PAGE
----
Housing Options Reconstructed

Everyone knows that if you are looking to purchase a home, the time has never been better than right now. Tenacious builders that survived the housing market plunge are gearing up; they are building new homes and remodeling existing ones at a rate that we have not seen for many years.

According to the Bureau of Labor Statistics, there are currently 250,700 people working in residential remodeling, which is a 5.8% increase from levels one year ago.

This increase in construction jobs is directly related to the long-term problems in the housing market. Rather than purchase a new home, many Americans have chosen to stay and weather the storm in their existing homes. For many, “weathering the storm” includes repairing and improving their existing home.

In 2011, there were almost a million foreclosure related transactions, making up 23% of all residential real estate sales in 2011, according to a recent release by RealtyTrac. Investors and homebuyers continue to purchase foreclosure homes in some level of distress at bargain basement prices.

Several key factors play into successful investing in these types of properties, such as making sure the property is currently, or potentially, in a positive cash flow position. These distressed homes may require everything from a drastic “down to the studs rehabilitation” or the more cosmetic “home Botox treatments.” Both savvy investors and potential homebuyers active in this segment usually have a team of remodeling experts waiting in the wings who cannot only provide accurate bids for repair, but also complete the project in a minimum of time, thus avoiding unwarranted holding costs.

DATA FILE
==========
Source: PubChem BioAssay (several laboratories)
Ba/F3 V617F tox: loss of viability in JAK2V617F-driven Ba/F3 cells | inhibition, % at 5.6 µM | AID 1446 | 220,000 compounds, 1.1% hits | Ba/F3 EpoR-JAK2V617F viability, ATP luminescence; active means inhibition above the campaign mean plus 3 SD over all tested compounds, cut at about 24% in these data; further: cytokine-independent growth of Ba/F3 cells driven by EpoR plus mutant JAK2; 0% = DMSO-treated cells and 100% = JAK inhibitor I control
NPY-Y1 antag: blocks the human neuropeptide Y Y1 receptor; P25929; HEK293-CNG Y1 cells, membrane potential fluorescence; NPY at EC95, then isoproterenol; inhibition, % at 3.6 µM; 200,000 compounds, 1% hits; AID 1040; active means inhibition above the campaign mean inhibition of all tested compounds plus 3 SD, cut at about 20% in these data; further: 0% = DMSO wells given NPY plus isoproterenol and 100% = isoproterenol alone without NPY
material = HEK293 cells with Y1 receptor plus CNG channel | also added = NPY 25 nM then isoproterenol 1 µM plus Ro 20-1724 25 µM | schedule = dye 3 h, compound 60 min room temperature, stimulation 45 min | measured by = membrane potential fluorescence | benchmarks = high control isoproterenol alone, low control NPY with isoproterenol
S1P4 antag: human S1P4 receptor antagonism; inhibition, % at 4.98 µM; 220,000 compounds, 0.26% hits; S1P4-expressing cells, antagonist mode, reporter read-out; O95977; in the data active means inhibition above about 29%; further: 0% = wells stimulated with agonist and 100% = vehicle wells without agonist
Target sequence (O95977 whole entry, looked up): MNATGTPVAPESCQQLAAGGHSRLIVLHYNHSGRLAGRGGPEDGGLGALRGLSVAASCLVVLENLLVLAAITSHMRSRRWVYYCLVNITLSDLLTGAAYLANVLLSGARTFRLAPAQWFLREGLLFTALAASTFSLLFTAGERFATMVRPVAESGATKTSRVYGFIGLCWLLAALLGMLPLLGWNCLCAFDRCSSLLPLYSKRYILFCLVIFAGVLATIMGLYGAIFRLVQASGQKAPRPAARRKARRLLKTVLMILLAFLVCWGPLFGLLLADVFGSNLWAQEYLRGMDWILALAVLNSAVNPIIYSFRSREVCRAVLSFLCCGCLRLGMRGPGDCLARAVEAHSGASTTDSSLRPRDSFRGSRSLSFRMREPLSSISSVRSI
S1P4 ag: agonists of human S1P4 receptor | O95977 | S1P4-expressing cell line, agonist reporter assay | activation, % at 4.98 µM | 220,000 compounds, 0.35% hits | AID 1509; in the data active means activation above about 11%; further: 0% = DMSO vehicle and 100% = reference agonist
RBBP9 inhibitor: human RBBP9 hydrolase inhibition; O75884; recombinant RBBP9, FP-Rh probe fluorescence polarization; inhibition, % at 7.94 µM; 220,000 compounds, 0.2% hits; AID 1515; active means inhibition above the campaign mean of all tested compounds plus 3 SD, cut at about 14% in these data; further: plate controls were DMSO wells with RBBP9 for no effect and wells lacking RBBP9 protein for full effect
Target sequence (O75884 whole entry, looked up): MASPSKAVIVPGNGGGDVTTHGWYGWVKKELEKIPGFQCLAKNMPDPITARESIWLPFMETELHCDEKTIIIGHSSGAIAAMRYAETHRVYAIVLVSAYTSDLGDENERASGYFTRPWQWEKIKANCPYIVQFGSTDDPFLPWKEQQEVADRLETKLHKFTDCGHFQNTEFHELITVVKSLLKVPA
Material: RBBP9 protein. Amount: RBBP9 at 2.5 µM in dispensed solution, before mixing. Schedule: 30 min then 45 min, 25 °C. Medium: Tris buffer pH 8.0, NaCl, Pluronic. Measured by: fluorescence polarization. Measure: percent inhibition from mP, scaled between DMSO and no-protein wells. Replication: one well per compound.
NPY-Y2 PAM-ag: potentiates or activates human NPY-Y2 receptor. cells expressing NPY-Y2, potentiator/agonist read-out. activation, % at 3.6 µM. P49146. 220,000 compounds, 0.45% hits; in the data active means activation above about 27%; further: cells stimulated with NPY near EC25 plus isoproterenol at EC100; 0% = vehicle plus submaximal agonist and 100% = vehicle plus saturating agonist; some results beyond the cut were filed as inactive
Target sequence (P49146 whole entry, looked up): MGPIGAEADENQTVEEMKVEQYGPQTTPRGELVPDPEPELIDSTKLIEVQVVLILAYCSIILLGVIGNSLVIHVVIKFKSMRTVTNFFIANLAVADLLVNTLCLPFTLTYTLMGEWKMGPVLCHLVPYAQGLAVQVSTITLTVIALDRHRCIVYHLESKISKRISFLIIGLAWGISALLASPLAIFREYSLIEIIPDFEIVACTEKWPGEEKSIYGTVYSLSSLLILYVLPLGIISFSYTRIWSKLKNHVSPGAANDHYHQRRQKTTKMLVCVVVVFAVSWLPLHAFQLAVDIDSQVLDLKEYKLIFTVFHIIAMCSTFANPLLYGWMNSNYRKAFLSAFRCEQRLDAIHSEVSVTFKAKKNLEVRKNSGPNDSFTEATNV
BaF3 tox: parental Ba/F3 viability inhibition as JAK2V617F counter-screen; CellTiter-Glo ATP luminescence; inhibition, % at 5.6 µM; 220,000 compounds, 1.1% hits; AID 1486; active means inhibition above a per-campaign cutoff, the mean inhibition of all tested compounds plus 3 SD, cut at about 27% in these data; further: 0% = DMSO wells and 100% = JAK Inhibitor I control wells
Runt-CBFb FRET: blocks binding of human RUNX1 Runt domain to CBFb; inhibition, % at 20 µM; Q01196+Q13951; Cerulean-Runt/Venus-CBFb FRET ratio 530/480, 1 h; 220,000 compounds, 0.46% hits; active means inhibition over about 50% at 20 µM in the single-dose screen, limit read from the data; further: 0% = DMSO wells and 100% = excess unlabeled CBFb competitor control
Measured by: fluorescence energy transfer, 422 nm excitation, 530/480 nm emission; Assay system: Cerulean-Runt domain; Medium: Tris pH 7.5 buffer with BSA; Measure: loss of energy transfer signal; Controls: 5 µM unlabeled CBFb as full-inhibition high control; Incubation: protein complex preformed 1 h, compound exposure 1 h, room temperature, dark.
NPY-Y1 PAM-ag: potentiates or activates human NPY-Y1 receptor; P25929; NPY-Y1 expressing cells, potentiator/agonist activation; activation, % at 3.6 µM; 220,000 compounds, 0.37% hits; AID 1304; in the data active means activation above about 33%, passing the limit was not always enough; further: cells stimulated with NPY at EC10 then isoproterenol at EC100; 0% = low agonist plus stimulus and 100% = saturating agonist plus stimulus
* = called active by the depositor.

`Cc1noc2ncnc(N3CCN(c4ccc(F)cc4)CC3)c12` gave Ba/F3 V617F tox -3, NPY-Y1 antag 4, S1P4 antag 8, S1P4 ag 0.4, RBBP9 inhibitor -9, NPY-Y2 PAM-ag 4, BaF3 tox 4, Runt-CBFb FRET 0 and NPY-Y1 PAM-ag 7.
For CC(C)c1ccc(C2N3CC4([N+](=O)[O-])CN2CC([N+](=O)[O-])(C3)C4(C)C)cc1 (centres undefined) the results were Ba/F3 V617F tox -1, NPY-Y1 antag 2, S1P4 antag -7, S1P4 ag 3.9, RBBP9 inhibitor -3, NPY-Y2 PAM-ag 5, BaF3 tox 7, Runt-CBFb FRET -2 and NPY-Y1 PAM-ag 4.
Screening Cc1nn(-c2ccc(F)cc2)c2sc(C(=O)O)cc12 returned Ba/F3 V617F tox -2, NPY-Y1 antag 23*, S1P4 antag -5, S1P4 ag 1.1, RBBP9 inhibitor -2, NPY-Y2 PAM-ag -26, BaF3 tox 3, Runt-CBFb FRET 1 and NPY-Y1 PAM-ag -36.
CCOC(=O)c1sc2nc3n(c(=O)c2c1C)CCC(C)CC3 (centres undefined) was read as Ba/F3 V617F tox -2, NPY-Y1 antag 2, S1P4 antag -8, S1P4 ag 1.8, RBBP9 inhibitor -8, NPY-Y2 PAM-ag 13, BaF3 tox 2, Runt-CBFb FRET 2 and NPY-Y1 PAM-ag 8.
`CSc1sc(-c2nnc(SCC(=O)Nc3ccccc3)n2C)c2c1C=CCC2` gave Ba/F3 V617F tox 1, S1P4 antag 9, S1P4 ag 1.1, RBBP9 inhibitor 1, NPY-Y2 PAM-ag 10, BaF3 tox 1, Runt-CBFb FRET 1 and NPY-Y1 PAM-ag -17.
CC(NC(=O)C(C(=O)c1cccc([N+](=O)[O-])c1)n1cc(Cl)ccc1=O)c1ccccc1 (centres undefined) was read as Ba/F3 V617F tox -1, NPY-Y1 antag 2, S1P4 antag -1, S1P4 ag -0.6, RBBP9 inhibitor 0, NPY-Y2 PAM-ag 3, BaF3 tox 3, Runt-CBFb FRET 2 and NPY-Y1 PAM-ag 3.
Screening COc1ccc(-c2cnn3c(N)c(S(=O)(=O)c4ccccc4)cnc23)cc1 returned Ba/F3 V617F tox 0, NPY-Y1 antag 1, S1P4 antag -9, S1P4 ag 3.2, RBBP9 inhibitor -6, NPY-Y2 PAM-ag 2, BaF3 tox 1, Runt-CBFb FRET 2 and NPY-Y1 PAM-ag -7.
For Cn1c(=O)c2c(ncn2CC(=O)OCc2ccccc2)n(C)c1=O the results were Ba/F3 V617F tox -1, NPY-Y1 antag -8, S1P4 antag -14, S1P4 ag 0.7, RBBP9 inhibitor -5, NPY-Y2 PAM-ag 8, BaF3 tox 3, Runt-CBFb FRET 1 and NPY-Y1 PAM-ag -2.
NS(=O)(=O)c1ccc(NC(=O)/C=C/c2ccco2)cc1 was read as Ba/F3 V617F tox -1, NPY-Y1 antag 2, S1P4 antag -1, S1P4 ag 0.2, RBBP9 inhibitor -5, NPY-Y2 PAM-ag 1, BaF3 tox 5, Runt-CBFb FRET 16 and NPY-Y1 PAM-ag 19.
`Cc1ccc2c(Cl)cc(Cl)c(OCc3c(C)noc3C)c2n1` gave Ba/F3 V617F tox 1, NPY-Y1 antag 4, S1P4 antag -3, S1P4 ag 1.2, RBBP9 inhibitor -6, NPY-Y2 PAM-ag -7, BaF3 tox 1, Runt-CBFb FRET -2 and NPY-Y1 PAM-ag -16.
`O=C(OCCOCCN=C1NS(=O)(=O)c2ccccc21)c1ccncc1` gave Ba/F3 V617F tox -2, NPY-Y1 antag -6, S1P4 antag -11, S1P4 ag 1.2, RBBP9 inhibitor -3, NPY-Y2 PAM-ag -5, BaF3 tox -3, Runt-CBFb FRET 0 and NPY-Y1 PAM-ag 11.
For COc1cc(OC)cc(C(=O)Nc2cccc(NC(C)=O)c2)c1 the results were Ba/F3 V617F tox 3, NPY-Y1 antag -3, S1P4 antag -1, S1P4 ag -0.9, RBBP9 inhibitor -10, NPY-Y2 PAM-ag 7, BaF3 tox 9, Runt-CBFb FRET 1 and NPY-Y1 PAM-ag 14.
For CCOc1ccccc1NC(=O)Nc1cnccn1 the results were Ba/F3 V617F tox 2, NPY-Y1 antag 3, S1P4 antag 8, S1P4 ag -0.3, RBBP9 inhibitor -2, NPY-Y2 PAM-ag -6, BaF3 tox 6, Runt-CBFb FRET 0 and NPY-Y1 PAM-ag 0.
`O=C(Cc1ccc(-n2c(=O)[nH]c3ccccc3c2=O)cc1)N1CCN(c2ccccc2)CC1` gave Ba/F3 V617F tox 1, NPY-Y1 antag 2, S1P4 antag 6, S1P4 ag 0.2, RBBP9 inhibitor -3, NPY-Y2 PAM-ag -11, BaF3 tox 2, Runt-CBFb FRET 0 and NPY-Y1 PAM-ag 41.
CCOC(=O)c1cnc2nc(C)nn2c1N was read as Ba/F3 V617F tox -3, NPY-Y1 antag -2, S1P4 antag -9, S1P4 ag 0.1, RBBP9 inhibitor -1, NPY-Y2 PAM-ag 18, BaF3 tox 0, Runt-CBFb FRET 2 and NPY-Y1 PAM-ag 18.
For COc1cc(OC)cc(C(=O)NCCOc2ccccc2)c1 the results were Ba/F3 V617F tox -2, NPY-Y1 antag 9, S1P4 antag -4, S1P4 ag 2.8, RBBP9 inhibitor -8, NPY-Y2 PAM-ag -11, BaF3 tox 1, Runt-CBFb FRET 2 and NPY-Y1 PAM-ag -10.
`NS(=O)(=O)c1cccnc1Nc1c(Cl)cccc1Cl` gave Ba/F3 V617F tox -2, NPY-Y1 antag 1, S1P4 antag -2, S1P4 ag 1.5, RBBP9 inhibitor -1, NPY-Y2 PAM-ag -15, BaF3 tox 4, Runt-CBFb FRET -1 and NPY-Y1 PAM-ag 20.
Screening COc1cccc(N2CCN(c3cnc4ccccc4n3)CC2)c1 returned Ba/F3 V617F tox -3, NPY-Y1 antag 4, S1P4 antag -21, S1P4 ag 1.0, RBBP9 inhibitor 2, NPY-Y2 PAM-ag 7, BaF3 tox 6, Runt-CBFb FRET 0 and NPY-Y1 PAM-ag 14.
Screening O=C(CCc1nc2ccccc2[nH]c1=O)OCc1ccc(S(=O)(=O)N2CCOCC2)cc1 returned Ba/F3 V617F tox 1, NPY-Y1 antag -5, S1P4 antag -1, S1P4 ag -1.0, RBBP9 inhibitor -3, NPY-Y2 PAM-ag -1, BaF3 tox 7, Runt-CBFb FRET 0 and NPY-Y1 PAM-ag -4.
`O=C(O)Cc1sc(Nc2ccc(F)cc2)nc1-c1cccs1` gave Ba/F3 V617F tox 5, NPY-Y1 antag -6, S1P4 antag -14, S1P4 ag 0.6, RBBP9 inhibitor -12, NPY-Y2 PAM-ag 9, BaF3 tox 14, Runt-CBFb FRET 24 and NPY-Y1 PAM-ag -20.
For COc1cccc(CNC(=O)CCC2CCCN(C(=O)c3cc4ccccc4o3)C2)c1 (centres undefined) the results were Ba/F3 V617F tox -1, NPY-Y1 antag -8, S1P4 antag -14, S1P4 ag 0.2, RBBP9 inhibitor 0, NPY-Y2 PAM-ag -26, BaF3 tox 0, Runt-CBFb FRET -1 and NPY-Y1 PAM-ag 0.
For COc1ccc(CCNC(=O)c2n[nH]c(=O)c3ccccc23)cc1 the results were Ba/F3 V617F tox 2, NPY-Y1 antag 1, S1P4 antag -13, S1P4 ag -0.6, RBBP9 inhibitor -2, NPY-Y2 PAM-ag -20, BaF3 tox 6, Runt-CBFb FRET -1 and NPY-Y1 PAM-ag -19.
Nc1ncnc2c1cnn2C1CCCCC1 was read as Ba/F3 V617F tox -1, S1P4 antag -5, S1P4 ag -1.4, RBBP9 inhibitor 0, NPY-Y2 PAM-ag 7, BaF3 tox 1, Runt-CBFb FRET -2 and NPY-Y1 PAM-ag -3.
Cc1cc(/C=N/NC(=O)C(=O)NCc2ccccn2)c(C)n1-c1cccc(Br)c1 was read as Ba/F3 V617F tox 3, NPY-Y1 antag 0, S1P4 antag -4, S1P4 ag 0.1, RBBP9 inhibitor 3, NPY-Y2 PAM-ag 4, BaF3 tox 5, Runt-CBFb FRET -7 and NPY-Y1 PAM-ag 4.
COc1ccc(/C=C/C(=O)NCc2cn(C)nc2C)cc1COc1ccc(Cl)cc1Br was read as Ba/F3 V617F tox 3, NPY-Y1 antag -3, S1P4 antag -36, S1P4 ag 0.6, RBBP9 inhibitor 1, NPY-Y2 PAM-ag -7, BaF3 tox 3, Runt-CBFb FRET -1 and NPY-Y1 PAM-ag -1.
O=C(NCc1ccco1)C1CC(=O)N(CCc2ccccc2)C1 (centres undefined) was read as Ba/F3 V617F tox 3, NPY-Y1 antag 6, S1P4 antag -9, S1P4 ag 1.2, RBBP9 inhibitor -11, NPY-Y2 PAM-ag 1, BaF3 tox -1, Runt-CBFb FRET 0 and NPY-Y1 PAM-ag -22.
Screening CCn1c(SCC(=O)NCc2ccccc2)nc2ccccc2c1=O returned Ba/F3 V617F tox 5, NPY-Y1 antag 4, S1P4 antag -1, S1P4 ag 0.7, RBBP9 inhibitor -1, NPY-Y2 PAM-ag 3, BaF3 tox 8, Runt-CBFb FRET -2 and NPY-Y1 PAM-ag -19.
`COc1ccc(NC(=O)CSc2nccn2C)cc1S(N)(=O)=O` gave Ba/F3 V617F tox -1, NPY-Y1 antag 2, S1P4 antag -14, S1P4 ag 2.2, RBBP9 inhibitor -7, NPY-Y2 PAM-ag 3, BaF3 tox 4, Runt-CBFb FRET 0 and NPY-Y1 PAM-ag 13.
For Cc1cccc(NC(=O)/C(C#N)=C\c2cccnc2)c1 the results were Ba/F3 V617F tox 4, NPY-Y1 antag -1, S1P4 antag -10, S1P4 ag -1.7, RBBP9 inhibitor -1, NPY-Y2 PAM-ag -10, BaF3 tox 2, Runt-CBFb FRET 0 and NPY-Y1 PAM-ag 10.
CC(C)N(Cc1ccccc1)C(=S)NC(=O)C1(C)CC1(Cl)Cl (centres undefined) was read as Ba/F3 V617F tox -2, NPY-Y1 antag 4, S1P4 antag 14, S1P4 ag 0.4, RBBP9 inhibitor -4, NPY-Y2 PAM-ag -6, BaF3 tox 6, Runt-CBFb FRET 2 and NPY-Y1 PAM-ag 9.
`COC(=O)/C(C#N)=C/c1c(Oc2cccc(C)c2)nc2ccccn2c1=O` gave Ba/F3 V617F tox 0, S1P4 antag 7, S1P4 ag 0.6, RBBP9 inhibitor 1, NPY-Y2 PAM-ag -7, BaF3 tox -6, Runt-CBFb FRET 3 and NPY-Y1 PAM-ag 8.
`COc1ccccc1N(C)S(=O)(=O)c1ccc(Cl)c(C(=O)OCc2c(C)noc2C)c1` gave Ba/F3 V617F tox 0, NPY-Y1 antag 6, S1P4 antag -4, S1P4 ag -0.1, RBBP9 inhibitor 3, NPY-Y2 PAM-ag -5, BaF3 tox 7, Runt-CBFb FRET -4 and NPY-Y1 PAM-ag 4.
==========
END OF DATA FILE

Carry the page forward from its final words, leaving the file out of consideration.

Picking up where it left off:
If obtaining an affordable home is on the top of your list, but fixing up an existing structure or purchasing a foreclosure related property is not, there are still options.

Prefabricated homes have been around for many years providing a viable alternative for affordable home ownership. This past week there were rumblings that IKEA, the Scandinavian home furnishing giant, in collaboration with an Oregon-based prefab company, Ideabox, was going to market a line of prefabricated homes in the U.S. While it is unclear whether the product release will actually include the U.S. market, it is intriguing to imagine a home being delivered to an awaiting empty lot, arriving with all of the cabinets, countertops, and flooring installed and semi-furnished…allen wrench anyone?


Diane Gozza is EVP of business development, Integrated Mortgage Solutions, Houston.